Drones could play a 'key role' in tracking drug runners and smugglers after successful trials with the Navy's newest class of ships in the Channel, the Royal Navy has said.
HMS Tamar used small Puma aircraft during trials with the Royal Marines and the Met Police as the ship practised for 'constabulary duties' ahead of its first deployment this summer.
Lieutenant Commander Michael Hutchinson said the drone was of "great use for investigating nearby vessels of interest".
"We could easily see just how useful such a system could be for any future anti-piracy or counter-smuggling operations," Lt Cdr Hutchinson said.
"It's a significant enhancement of the ship's capabilities and bodes well for the future."
The Puma provided HMS Tamar, which despite having a flight deck, does not have a hangar or carry a helicopter regularly, with 'eyes in the sky'.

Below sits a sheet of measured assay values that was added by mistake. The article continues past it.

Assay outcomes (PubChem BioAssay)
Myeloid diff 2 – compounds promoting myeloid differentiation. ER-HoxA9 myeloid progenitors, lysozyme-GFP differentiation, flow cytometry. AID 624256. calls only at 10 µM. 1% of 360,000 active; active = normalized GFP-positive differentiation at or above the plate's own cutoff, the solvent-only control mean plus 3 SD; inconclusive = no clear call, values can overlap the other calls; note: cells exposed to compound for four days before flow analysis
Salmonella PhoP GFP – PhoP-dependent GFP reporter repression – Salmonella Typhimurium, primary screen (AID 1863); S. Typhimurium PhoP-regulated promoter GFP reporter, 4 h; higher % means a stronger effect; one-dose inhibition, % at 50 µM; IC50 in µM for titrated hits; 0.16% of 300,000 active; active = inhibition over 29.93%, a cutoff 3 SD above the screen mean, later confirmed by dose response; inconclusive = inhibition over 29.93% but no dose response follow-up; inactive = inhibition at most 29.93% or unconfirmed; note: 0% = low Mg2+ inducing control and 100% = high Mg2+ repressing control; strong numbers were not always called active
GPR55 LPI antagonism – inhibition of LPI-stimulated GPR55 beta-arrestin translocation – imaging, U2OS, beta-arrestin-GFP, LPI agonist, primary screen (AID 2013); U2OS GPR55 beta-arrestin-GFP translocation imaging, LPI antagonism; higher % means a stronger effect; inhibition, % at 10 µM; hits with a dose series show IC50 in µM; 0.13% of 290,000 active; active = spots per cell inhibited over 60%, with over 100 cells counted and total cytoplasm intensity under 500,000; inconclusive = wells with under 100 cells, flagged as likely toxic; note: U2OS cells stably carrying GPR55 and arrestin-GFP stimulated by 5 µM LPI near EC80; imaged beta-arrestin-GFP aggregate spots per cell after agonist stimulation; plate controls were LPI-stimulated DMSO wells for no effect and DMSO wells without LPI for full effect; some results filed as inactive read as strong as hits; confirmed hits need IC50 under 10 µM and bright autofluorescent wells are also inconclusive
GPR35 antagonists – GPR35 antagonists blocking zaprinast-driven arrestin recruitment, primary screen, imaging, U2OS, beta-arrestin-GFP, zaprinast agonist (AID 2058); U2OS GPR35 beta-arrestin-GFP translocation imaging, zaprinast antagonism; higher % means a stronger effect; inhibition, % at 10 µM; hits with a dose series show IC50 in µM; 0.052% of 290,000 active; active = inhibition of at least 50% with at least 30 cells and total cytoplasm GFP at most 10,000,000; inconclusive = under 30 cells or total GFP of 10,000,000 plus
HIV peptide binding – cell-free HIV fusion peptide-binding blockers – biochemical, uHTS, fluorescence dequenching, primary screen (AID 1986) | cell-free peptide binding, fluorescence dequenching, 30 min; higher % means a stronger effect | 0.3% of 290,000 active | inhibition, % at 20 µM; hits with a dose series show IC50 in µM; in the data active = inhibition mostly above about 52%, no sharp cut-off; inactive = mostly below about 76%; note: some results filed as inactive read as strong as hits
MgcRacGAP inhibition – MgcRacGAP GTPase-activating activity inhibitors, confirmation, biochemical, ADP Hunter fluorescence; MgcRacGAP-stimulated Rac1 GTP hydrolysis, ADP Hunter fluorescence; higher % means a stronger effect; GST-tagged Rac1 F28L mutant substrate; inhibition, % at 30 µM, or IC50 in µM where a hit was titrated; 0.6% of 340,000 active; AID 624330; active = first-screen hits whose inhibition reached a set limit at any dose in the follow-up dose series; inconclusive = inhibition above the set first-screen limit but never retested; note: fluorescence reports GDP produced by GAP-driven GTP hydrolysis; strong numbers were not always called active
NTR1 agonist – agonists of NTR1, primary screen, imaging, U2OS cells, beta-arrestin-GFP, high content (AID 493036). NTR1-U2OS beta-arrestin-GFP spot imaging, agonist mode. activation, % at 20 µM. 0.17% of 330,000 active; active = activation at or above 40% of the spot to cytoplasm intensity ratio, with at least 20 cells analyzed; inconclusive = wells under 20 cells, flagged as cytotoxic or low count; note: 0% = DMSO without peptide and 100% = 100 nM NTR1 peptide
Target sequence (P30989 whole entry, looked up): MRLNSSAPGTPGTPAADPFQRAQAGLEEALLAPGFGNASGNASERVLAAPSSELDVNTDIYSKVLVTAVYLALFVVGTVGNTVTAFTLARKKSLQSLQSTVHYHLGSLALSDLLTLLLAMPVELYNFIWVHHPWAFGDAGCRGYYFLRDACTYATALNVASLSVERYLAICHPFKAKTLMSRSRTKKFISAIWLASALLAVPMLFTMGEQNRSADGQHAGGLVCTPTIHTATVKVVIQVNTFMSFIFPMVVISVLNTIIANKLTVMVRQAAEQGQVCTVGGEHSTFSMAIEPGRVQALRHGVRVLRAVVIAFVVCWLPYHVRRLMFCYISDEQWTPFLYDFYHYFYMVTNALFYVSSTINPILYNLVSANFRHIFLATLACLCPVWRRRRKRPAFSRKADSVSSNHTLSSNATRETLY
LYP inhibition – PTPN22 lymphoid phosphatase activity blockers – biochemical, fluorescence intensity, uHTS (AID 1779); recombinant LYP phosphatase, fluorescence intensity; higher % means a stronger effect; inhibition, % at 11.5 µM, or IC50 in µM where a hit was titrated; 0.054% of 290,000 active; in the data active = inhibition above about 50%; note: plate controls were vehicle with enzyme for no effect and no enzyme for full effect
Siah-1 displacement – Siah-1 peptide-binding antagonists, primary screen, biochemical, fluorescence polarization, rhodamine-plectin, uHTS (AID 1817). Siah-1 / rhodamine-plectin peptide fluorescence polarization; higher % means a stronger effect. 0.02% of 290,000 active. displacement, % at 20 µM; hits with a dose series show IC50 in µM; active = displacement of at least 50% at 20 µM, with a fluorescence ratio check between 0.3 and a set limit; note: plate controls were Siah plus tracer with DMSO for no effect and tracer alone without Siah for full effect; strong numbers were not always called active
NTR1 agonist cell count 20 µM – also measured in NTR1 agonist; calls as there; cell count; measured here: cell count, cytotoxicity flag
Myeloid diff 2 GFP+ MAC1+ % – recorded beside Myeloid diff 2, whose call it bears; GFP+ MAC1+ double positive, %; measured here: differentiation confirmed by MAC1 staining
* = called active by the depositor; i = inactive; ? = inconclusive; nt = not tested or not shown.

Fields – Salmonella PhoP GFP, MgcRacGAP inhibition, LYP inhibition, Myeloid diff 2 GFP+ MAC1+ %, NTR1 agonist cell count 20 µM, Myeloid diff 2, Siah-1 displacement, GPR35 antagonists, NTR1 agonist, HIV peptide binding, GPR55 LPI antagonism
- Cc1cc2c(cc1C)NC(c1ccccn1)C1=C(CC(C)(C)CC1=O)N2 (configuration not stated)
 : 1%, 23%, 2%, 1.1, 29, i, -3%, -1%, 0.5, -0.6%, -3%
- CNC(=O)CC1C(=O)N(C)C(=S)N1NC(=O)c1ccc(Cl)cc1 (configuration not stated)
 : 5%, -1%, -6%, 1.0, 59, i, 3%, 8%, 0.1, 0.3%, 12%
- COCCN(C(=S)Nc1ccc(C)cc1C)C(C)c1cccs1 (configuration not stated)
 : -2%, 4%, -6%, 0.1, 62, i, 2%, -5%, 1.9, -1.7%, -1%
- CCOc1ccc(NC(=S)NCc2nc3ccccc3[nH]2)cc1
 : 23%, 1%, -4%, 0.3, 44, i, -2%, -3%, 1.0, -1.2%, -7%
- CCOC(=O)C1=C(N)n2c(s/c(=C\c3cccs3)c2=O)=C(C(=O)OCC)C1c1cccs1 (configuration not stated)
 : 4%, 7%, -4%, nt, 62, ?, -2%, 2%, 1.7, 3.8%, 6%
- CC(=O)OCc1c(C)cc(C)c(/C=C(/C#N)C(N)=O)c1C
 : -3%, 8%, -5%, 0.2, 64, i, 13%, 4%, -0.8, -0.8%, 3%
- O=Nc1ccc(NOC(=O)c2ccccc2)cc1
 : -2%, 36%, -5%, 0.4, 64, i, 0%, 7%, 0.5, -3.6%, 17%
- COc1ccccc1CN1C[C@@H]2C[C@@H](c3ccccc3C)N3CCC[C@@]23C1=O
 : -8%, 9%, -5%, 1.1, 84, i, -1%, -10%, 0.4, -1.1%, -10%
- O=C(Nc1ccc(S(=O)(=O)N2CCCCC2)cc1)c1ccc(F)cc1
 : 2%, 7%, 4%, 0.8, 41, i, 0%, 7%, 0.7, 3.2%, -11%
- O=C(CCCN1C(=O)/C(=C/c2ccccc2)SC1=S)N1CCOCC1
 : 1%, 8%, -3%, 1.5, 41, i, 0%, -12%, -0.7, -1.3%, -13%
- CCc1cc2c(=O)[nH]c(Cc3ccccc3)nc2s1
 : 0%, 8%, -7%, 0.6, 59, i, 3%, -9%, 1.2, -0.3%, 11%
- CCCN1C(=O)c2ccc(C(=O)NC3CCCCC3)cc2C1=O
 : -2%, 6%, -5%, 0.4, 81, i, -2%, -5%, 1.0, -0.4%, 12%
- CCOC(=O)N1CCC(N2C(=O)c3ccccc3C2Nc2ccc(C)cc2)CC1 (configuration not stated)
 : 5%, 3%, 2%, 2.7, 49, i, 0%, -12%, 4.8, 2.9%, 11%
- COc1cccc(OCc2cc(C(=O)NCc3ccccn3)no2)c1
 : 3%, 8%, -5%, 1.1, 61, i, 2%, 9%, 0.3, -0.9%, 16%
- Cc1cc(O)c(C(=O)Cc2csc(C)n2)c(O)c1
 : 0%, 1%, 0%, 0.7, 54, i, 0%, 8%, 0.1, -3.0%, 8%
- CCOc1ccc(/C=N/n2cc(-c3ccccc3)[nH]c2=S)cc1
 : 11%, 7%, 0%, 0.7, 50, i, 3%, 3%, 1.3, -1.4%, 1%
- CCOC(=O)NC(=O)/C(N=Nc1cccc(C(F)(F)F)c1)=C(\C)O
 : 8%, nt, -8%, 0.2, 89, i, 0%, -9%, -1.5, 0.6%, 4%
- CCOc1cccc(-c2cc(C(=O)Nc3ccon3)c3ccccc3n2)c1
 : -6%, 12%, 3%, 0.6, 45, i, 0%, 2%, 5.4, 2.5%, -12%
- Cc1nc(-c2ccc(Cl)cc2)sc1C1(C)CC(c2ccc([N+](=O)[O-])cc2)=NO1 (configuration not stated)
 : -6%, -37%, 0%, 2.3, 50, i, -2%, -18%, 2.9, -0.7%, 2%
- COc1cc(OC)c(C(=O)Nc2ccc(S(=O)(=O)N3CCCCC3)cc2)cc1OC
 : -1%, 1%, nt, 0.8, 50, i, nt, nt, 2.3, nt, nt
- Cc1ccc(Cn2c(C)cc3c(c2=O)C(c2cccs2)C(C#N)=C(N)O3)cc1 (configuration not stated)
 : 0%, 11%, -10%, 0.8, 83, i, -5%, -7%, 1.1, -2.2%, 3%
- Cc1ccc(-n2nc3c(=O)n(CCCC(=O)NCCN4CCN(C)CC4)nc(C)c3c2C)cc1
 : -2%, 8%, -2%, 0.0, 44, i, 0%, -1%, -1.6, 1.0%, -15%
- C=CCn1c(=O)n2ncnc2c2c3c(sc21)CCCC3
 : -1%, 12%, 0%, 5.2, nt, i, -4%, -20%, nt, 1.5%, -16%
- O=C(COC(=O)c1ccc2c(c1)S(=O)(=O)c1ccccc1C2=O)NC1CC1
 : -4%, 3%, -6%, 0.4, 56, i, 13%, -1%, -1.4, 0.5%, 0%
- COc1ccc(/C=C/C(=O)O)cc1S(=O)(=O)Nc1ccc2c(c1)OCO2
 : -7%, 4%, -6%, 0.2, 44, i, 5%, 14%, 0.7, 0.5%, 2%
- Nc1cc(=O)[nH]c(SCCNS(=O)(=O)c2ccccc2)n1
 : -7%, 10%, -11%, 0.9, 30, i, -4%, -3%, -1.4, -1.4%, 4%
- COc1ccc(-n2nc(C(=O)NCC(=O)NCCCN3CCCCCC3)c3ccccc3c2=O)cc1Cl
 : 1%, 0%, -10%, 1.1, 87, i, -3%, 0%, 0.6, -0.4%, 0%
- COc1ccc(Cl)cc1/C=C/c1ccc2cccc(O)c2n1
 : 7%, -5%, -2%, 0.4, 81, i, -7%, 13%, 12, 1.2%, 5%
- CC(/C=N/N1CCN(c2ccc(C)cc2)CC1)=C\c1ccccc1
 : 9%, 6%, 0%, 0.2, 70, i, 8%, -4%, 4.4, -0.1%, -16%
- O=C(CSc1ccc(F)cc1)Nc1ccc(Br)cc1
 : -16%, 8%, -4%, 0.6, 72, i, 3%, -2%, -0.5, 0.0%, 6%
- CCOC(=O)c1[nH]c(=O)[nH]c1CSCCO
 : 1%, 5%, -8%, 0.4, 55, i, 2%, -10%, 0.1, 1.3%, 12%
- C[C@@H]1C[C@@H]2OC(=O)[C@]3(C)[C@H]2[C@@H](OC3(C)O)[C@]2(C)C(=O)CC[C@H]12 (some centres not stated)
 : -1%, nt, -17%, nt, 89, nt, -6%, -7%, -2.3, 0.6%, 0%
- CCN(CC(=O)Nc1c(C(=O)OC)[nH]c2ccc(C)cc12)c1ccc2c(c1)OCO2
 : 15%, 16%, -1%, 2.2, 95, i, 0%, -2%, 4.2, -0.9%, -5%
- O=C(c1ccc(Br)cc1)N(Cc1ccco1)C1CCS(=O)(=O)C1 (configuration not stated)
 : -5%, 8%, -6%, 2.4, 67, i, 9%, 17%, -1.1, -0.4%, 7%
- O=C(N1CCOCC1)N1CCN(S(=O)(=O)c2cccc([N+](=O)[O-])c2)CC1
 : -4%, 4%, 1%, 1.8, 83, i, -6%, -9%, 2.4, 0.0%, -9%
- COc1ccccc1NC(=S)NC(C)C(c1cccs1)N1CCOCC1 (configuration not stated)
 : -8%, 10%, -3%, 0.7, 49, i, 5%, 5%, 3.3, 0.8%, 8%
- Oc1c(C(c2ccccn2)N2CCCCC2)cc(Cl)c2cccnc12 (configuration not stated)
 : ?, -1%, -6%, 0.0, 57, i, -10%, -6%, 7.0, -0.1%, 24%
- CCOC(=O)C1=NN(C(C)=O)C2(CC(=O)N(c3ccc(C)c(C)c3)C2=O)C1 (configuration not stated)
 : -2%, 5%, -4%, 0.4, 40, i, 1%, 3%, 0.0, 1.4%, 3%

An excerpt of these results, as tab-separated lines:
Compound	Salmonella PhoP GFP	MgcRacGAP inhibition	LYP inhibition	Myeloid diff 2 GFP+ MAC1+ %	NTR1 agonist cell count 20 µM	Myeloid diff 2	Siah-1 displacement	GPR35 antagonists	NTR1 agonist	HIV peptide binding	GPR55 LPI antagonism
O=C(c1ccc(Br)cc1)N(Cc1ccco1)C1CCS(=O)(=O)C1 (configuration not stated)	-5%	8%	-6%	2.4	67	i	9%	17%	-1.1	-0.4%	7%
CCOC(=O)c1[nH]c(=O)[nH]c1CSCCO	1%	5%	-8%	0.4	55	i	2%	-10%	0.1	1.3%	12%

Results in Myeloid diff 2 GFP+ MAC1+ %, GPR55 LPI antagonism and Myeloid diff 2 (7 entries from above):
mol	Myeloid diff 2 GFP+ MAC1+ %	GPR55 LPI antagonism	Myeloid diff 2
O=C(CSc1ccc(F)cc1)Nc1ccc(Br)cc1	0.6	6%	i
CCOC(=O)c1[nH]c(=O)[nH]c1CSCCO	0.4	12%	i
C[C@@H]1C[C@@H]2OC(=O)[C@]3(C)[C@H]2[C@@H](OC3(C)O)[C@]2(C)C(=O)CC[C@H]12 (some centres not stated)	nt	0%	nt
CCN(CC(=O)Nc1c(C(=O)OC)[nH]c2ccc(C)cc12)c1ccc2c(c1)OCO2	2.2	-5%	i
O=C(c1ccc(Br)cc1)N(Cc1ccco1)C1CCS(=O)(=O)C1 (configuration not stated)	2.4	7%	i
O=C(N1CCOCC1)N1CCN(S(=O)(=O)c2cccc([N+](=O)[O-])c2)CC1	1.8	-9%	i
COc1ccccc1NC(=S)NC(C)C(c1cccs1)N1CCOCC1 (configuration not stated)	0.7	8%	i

The drone is also cheaper than a helicopter, easier to launch and recover and difficult for enemies to spot.
It can also carry out sorties lasting up to two-and-a-half hours.
Lieutenant Ash Loftus, Puma flight commander, said there are many challenges when preparing and launching a drone safely from a ship.
"While it's a relatively small aircraft, it has a large wing and requires some skill from the operator launching it from the ship."
Tamar and her four sisters are being deployed around the world on long-term missions, operating from overseas ports and patrolling regions of interest to the UK.
The new River-class ships will focus on targeting piracy, terrorism and smuggling, and Tamar may be called on to work with local law enforcement agencies.
Cover image: A Puma drone flying low over the English Channel (Picture: Royal Navy).